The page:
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Accurate pattern for an anticlastic ring?


#1

Hey everyone-

I’m taking a synclastic/anticlastic forming class right now. I’ve
been wanting to make an anticlastic ring forever and have been
working on my first attempt. It’s going ok, but I’m thinking there
must be a more accurate way to make a pattern.

My two issues are:

  1. How do I account for the shrinkage (for lack of a better word)
    that the forming will cause so that the ring isn’t too small? So how
    do I make an accurately sized pattern to account for the forming?

  2. How do I judge what a good width will be for the pattern? My
    first attempt was about twice as wide as it should have been and was
    uncomfortable to wear so I wound up sawing off two large pieces.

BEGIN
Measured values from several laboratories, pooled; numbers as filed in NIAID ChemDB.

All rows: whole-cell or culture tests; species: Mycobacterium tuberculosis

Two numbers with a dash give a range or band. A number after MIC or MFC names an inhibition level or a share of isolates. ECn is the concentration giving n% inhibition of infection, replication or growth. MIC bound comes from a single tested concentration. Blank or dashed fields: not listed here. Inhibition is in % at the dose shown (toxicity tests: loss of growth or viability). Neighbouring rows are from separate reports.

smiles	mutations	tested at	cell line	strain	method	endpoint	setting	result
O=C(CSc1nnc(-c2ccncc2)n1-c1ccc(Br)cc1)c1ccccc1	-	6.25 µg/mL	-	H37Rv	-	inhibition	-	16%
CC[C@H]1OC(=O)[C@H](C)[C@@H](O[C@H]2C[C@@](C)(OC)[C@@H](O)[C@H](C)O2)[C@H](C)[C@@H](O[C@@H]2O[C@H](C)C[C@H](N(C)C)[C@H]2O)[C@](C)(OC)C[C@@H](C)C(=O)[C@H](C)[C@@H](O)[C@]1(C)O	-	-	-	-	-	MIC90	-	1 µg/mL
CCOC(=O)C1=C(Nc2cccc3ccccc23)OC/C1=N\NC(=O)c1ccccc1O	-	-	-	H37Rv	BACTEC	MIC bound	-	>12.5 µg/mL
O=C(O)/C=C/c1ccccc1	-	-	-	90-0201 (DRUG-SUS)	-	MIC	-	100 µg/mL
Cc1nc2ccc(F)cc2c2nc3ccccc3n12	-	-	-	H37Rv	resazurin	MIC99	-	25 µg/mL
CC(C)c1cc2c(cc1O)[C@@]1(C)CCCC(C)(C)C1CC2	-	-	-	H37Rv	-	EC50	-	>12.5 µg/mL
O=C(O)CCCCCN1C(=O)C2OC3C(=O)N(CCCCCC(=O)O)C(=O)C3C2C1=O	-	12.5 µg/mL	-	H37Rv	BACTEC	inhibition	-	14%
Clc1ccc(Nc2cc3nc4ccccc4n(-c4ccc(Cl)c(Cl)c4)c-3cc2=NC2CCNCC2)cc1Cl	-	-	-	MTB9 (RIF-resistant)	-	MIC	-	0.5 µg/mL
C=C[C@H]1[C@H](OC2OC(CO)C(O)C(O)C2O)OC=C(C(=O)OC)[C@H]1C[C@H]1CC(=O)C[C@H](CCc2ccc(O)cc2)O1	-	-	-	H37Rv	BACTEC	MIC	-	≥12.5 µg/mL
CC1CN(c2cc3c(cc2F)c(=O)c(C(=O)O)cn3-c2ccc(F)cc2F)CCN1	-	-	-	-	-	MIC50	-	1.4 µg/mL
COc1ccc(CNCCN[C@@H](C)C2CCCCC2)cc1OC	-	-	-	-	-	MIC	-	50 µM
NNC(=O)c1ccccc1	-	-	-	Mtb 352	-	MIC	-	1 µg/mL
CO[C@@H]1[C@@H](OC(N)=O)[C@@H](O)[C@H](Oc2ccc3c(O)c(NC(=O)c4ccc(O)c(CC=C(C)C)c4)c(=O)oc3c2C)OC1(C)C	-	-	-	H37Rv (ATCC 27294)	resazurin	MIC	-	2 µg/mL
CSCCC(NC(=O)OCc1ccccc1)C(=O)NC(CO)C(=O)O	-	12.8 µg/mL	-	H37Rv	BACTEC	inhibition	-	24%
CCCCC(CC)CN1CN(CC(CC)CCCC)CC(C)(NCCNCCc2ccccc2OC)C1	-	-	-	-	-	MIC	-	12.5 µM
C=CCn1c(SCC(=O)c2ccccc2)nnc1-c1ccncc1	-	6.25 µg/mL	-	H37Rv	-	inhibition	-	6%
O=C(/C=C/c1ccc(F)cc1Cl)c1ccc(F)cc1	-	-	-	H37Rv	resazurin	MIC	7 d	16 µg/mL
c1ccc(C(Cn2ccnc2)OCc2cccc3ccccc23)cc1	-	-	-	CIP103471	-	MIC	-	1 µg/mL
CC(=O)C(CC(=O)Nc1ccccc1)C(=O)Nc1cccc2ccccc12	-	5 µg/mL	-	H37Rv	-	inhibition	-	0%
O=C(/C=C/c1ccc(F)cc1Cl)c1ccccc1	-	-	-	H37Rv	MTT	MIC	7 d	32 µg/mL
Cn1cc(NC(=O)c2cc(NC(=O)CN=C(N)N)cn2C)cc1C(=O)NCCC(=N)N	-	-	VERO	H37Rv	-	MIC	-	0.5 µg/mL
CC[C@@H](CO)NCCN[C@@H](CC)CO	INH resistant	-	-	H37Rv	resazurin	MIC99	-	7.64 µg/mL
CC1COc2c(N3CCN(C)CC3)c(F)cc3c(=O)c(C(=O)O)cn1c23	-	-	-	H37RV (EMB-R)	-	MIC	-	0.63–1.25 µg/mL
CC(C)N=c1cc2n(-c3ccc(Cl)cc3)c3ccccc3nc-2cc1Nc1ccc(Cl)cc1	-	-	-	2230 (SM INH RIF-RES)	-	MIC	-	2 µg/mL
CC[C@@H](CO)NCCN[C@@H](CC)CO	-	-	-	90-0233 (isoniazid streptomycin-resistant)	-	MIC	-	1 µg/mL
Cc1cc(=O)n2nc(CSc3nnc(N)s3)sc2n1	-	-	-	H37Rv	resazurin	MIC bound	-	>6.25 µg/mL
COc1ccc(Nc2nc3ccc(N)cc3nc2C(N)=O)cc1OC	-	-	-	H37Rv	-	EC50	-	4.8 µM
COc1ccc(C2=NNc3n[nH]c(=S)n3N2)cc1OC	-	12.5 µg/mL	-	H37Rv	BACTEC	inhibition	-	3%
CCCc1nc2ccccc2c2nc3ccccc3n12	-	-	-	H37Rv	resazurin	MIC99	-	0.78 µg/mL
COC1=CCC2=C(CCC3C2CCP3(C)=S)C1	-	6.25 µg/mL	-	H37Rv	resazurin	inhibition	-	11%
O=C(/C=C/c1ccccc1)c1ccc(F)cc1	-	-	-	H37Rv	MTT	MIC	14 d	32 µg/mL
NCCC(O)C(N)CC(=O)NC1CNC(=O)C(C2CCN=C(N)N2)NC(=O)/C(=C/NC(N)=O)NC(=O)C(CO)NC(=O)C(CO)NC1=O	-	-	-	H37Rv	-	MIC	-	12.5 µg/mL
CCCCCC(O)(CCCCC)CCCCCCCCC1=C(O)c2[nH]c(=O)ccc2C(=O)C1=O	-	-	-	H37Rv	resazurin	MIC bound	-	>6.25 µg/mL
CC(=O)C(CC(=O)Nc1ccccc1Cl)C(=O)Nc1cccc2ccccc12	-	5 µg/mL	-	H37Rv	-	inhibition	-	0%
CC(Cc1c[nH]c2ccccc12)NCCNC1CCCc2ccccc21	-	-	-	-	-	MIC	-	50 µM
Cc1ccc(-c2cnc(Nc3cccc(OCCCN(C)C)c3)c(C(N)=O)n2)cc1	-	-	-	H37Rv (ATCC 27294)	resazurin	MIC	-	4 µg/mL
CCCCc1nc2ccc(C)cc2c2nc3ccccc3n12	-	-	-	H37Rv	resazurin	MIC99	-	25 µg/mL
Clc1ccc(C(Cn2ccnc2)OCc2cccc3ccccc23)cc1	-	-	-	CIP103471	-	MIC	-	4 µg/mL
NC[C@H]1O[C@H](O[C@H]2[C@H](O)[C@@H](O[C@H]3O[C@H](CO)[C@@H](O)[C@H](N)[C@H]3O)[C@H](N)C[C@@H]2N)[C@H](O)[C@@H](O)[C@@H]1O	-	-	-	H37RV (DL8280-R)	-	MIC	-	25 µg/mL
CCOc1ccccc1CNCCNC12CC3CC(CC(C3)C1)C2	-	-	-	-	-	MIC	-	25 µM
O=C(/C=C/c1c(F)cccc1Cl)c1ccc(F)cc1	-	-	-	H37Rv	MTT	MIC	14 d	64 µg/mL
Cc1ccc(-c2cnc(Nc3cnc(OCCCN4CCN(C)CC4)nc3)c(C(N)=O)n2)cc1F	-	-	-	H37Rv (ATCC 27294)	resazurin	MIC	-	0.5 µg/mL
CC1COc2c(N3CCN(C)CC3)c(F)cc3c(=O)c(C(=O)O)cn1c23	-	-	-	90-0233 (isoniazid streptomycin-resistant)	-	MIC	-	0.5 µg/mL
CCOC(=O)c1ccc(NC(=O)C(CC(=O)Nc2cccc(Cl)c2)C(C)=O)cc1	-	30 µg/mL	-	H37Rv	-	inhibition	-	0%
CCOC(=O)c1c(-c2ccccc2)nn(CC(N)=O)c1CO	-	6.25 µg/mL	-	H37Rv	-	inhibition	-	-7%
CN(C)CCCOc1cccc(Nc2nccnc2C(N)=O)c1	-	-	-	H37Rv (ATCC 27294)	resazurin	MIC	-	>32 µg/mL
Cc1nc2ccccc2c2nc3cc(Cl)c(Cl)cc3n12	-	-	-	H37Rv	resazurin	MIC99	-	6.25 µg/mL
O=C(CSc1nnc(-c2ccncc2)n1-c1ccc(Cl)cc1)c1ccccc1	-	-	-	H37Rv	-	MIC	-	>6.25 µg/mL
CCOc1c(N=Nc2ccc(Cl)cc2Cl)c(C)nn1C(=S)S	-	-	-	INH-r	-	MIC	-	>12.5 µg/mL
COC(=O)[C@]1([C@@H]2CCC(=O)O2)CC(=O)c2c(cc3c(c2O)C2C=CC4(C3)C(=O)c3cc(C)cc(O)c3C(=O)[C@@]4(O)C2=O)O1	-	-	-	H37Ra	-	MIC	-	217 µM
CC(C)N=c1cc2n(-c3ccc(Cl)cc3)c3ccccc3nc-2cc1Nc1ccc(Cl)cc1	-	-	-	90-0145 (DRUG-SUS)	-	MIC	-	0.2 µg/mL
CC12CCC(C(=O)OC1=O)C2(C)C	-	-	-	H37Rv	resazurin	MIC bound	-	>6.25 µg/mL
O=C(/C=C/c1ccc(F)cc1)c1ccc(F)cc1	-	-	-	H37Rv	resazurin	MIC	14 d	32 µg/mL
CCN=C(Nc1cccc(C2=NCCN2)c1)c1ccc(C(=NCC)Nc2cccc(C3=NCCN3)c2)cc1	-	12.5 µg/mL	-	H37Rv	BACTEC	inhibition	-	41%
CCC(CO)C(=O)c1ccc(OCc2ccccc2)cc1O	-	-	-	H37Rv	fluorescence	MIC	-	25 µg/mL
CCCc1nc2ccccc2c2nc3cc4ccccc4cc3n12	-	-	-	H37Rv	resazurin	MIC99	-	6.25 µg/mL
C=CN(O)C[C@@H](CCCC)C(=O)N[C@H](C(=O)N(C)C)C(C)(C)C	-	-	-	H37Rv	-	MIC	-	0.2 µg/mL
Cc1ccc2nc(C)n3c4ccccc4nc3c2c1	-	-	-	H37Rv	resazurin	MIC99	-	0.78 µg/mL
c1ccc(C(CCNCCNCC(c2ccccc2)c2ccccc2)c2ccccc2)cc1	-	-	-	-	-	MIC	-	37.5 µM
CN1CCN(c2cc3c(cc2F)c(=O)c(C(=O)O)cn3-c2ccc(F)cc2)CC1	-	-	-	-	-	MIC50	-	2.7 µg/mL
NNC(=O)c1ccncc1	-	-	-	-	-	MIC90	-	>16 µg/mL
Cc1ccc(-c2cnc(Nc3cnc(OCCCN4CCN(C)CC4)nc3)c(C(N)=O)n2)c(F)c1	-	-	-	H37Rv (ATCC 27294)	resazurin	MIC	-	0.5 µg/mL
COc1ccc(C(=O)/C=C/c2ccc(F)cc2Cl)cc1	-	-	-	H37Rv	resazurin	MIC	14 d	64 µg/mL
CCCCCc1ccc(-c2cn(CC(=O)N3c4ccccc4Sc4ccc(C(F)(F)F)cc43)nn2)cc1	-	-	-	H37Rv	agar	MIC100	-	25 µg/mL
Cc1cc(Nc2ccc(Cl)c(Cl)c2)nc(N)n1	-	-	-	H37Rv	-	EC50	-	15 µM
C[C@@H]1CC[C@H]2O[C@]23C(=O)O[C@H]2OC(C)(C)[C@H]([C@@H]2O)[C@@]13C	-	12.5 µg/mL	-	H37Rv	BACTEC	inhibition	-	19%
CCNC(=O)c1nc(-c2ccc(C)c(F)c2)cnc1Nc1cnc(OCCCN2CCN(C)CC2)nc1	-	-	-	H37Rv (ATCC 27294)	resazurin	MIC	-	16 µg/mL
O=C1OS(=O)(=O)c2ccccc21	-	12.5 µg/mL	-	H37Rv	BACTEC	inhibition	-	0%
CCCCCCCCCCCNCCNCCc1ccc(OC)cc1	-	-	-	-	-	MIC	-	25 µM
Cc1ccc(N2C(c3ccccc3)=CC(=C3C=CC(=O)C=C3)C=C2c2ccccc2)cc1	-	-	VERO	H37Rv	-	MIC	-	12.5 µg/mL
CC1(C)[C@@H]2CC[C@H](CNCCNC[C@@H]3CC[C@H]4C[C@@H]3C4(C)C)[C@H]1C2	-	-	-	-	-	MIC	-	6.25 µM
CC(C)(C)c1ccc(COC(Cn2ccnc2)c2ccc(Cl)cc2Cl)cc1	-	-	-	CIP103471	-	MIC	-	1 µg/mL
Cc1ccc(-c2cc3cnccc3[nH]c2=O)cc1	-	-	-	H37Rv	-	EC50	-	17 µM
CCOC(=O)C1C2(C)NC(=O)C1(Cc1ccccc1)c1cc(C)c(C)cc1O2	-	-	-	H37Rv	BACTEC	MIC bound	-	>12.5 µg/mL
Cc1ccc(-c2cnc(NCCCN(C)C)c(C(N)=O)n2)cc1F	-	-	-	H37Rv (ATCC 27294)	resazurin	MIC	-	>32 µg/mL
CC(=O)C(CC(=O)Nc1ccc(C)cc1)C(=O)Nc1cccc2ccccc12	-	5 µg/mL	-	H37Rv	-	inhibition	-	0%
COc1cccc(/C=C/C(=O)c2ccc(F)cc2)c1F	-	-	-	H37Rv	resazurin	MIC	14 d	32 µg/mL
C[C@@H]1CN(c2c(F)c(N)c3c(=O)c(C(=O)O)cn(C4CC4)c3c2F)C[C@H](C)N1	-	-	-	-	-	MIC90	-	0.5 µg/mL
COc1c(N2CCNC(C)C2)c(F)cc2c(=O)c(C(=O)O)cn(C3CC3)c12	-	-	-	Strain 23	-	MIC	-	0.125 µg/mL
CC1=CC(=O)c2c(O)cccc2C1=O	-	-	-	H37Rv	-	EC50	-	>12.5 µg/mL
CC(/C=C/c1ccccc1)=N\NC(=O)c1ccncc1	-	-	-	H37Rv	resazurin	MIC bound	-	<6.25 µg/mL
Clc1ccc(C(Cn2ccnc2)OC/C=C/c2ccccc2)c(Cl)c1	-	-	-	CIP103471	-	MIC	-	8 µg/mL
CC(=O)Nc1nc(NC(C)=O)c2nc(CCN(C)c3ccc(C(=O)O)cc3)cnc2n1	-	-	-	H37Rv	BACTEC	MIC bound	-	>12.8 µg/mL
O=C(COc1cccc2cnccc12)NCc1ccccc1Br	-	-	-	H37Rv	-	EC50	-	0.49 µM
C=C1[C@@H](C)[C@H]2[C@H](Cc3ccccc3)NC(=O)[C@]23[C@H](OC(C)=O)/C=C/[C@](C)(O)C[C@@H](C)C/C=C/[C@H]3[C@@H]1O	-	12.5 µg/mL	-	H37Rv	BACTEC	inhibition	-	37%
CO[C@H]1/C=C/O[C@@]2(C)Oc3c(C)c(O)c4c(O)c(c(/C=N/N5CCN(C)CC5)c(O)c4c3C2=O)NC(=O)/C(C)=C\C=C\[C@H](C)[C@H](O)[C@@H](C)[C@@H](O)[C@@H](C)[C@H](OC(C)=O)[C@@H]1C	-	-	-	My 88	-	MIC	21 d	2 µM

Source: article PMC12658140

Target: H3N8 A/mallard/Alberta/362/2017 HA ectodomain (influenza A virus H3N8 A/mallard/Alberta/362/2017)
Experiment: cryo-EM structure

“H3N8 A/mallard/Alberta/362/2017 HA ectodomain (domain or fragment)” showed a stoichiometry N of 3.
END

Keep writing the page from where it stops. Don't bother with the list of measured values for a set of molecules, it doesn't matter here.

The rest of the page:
I’m not sure if it matters, but just in case… The rings that I’m
trying to make are wider over the finger and tapered towards the
back (the side that rests next to the palm of your hand). I made a
sinusoidal stake, but it’s two large for more than the first or
second course, so most of my forming is done on delrin with a metal
cross-peen hammer.

Thanks so much for your help!!

Mollie


#2

Mollie -

On page 123 of Alan Revere’s “The Art of Jewelry Making” there is an
article by by Michael Good with a pattern for an open seam bracelet.
If this were scanned and downsized it might serve as a pattern for a
ring.

Debby


#3

I make samples and patterns of those samples for all my anticlastic
pieces. I use NuGold or red brass to work up the samples because it
behaves similar to silver in the forming process. Patternmaking
enables you to know where you’ve been so you can alter and go forth
and tweak the design further. You can make an anticlastic stake from
a drift pin from Sears or Ace Hardware that is small enough to create
the rings.

Susan